For this new record the lead singer of The Honeycutters, Amanda Anne Platt, decided to give herself top billing for the first time. Her name is emblazoned on the front of the album as she stands alone underneath, smiling. Such feelings of happiness and confidence run throughout the sound of this self-titled album.
The themes of this record – such as ageing, losing a someone to illness, heartbreak, poverty etc – could be bleak or depressing in the hands of another musician but Platt takes her complex ideas and spins them in the most positive way she can. She doesn’t sugarcoat things but she accepts them and looks for the good. Birthday Song, one of the best on the album, deals with those dreaded lines you get on your face, the inevitability of time’s decay. But her response to this is to look in the mirror and say I’m just so damn glad to be here. That sounds like the kind of insight and wisdom we could all do with learning.
Long Ride is a sweet little country song, a dream of love on the open highway. You just want to roll the windows down, smile, feel the summer wind in your hair and sing along. We’re in it for the long ride.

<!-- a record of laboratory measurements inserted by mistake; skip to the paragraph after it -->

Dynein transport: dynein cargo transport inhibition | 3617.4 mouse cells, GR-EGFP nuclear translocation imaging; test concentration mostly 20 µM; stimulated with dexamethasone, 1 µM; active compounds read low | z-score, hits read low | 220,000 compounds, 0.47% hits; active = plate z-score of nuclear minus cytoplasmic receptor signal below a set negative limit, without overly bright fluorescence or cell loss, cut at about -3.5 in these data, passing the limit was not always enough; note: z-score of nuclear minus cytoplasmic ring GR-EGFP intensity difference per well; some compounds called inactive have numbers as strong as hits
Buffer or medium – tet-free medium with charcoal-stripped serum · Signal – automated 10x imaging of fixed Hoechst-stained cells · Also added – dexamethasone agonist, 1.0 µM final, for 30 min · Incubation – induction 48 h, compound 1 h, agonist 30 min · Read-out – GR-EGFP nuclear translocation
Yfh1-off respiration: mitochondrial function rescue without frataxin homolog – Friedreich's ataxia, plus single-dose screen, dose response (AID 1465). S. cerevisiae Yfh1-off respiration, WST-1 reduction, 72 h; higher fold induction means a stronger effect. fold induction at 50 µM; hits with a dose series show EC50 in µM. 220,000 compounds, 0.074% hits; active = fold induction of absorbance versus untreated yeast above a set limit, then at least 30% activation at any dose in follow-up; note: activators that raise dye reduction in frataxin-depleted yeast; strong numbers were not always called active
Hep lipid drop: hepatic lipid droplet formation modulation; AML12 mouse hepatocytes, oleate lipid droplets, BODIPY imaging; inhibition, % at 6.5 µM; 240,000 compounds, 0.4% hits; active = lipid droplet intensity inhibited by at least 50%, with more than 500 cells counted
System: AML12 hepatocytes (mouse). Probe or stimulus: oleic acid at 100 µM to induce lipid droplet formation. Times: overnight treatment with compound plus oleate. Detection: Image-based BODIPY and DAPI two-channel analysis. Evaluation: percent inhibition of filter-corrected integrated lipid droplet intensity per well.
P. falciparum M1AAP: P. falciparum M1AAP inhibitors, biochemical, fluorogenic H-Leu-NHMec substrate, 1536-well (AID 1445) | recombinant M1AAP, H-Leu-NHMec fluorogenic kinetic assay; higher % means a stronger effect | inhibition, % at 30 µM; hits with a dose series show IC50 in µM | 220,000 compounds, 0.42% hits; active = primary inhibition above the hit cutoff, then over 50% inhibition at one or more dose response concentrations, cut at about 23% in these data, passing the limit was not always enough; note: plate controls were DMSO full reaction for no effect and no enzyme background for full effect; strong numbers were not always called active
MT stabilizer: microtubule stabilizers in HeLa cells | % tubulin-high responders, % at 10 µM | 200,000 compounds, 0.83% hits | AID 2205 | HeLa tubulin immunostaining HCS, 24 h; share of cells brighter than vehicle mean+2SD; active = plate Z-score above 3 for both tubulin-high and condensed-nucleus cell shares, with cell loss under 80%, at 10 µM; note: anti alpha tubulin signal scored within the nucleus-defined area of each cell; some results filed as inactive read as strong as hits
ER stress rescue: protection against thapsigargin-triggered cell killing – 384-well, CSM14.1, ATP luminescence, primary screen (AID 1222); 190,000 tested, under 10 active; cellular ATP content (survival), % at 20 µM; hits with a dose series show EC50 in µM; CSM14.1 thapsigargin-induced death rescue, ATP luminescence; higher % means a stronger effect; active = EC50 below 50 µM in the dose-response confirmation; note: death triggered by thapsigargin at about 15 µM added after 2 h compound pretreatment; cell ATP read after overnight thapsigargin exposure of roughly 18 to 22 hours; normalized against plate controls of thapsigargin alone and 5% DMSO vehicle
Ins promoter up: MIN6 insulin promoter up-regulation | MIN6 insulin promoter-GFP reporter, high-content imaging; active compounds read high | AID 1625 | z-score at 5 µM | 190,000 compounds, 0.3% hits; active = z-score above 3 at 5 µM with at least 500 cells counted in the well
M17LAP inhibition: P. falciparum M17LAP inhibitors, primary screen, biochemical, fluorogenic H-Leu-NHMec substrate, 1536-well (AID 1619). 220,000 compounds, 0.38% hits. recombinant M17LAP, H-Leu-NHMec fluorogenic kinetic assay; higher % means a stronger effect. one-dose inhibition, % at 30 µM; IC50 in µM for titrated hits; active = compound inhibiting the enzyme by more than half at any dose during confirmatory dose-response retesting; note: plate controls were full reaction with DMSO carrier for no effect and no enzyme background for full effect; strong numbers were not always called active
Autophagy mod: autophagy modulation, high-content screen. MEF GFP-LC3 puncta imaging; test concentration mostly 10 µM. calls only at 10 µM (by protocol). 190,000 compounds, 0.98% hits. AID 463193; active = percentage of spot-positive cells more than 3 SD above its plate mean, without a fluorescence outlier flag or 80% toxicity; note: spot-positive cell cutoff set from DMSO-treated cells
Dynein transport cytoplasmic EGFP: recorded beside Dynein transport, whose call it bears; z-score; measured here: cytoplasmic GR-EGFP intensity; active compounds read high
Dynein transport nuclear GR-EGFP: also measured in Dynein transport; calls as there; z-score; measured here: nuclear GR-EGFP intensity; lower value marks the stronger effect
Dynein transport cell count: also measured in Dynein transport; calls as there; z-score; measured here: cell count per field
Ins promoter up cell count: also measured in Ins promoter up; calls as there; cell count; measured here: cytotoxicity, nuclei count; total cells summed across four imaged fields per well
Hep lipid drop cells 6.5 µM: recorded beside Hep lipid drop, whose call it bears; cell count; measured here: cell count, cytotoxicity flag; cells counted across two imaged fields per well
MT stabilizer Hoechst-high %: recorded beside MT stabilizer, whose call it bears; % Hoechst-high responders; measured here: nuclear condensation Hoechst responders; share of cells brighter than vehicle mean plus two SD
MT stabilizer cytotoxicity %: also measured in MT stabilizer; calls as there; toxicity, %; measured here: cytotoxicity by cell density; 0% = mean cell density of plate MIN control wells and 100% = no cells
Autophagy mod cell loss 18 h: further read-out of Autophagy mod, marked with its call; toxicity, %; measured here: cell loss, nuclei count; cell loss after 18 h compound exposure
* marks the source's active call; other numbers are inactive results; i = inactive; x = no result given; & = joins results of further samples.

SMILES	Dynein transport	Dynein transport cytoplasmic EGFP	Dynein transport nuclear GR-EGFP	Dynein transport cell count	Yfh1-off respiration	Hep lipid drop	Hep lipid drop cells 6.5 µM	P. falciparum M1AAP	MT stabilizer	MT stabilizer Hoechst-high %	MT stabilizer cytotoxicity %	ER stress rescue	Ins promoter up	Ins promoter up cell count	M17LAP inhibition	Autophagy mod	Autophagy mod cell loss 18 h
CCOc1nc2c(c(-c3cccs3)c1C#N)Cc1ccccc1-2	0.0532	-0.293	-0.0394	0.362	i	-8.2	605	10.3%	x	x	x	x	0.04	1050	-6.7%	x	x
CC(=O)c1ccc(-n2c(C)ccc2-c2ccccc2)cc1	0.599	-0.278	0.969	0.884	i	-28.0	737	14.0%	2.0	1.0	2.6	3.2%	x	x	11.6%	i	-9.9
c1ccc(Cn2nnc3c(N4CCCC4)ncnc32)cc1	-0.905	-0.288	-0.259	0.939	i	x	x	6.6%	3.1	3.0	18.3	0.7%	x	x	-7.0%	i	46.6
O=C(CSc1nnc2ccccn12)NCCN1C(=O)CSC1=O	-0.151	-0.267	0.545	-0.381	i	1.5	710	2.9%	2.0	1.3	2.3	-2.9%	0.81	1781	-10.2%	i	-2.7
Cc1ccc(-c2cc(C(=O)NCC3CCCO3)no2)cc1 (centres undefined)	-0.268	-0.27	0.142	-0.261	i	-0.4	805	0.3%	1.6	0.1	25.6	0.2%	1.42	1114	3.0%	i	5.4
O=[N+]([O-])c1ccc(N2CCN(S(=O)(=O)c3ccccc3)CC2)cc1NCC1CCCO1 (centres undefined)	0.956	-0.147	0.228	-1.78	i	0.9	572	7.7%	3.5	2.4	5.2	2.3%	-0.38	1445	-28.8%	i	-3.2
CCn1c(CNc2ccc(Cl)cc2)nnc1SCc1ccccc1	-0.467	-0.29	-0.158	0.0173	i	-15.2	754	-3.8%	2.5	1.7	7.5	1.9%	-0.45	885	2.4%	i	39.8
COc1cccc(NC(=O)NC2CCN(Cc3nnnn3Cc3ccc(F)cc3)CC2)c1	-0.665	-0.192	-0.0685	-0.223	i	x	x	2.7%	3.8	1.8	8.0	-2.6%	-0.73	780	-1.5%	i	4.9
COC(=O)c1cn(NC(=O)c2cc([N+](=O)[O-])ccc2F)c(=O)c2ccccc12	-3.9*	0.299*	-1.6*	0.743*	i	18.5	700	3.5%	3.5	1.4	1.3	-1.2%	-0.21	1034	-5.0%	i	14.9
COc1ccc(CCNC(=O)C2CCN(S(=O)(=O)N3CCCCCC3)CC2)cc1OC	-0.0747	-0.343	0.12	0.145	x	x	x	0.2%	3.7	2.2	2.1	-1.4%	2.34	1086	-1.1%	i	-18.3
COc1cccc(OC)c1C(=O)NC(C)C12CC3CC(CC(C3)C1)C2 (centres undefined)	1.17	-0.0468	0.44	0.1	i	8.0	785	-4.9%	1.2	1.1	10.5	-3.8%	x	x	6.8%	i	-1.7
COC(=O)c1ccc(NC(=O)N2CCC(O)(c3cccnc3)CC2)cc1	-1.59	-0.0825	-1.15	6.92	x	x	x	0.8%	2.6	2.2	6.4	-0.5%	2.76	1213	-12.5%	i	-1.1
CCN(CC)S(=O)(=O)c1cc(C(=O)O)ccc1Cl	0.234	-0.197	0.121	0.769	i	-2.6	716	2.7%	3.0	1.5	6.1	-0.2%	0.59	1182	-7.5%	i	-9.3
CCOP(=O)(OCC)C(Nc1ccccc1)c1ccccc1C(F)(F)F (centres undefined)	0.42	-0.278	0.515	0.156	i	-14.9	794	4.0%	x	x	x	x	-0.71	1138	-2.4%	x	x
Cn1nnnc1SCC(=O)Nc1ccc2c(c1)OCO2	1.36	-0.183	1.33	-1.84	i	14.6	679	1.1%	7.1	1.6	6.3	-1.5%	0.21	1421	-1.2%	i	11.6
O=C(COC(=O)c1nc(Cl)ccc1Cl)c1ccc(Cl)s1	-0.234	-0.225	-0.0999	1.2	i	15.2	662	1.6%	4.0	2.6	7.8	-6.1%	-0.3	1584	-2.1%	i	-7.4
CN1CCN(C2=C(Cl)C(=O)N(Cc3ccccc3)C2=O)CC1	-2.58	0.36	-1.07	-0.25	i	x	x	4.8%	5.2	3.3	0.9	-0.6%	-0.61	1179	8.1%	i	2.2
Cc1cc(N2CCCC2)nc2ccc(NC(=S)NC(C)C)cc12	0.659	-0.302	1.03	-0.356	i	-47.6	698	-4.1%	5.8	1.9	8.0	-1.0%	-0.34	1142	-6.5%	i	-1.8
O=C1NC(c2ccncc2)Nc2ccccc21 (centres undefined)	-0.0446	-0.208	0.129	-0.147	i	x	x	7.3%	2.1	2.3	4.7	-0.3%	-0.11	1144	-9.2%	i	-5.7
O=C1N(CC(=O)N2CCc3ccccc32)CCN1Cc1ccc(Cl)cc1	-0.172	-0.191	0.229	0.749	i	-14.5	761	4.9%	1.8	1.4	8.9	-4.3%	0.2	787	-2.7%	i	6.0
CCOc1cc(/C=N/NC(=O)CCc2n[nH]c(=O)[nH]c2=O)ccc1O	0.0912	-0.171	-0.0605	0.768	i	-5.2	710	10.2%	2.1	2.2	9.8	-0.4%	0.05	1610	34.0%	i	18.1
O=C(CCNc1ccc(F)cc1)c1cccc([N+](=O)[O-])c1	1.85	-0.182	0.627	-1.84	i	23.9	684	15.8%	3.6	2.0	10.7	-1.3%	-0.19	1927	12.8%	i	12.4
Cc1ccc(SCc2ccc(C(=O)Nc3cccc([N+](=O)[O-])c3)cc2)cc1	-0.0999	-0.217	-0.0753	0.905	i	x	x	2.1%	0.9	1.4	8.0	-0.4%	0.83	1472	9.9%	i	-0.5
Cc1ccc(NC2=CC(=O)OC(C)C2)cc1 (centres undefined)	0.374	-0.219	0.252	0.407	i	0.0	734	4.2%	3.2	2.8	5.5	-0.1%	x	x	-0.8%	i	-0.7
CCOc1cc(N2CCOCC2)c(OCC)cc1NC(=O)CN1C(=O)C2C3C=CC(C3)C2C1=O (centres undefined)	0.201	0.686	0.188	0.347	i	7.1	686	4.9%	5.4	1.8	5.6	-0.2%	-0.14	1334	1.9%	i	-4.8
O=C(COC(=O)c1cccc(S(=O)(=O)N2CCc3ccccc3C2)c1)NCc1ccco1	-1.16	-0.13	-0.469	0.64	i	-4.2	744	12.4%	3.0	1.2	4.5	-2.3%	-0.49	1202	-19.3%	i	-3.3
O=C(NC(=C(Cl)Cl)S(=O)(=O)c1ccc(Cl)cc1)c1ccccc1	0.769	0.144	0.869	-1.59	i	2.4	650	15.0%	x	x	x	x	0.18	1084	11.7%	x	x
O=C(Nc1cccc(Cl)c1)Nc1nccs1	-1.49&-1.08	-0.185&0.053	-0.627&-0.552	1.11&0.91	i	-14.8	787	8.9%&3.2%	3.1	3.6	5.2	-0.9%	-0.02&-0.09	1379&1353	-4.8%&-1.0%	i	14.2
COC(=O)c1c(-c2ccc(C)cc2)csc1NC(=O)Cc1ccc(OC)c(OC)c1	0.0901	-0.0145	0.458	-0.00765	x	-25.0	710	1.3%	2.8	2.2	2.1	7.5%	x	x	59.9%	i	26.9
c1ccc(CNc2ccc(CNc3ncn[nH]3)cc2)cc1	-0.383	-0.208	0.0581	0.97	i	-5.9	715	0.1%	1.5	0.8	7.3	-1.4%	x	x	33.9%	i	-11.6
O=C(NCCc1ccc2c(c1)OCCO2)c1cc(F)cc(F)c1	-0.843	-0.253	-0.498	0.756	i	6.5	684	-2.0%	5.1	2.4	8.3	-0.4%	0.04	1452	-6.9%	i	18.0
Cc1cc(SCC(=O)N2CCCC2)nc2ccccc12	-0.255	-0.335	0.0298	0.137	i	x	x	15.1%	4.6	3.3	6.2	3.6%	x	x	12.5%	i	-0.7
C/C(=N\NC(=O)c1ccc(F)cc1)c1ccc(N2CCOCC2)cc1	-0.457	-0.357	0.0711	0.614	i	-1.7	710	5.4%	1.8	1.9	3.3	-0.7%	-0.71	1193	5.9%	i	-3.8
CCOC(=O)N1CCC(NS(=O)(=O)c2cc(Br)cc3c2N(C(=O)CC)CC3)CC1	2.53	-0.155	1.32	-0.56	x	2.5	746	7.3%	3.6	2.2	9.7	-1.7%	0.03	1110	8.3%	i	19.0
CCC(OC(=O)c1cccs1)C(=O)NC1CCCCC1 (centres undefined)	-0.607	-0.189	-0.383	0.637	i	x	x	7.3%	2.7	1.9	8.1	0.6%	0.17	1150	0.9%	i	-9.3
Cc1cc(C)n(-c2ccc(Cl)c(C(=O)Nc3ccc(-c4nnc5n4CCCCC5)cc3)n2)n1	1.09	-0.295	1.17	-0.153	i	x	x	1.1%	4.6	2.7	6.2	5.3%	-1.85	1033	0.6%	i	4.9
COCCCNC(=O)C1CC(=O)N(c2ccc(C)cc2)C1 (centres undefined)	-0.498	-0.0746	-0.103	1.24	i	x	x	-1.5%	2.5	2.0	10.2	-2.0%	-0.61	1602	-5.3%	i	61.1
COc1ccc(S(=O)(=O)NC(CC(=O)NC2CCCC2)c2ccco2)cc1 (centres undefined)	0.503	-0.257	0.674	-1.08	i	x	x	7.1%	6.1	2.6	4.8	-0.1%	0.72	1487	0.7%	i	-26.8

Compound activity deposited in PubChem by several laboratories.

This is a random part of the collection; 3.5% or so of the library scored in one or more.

What We’ve Got is another song of celebration. It’s raining, the house is falling apart, but she knows her love is all she needs. Every song is just so beautifully sung and the slide guitar compliments the sound. Diamond in the Rough is probably the catchiest melody and has a rockier feel, which suits the way the tone just rises up through the song. It’s only cos I want you to be happy baby, what’s so wrong with that? Indeed.
I’ve always thought that too much country music is about hunting and fishing and guns and not enough about the happiness of just living near nature. Eden is an ode to the fields and the heartlands. It’s about the importance of where you’re from, the sheltered nature of living in the countryside, using Columbus to suggest that exploration is not always the best thing. She wants to go home, even back to the garden of Eden where innocence and bliss were all that was known. It’s a naive dream maybe, but you need that sometimes.
Learning How to Love and Rare Thing both explore the reality of long term relationships. Celebrating the beautiful part of love and pain is what she is doing so well here. There’s more of a vintage feel to The Things We Call Home and it takes us to the kind of small town that country music is known for. The final song is The Road which finishes things off on a bittersweet note. Time and distance make us strangers, change us. Still there’s no point in looking back or crying. She only wishes everyone well out there on the road of life.
There’s so much heart in these songs and the strength of Amanda Anne Platt’s voice shines throughout. It’s a little diamond of a record well worth your time.
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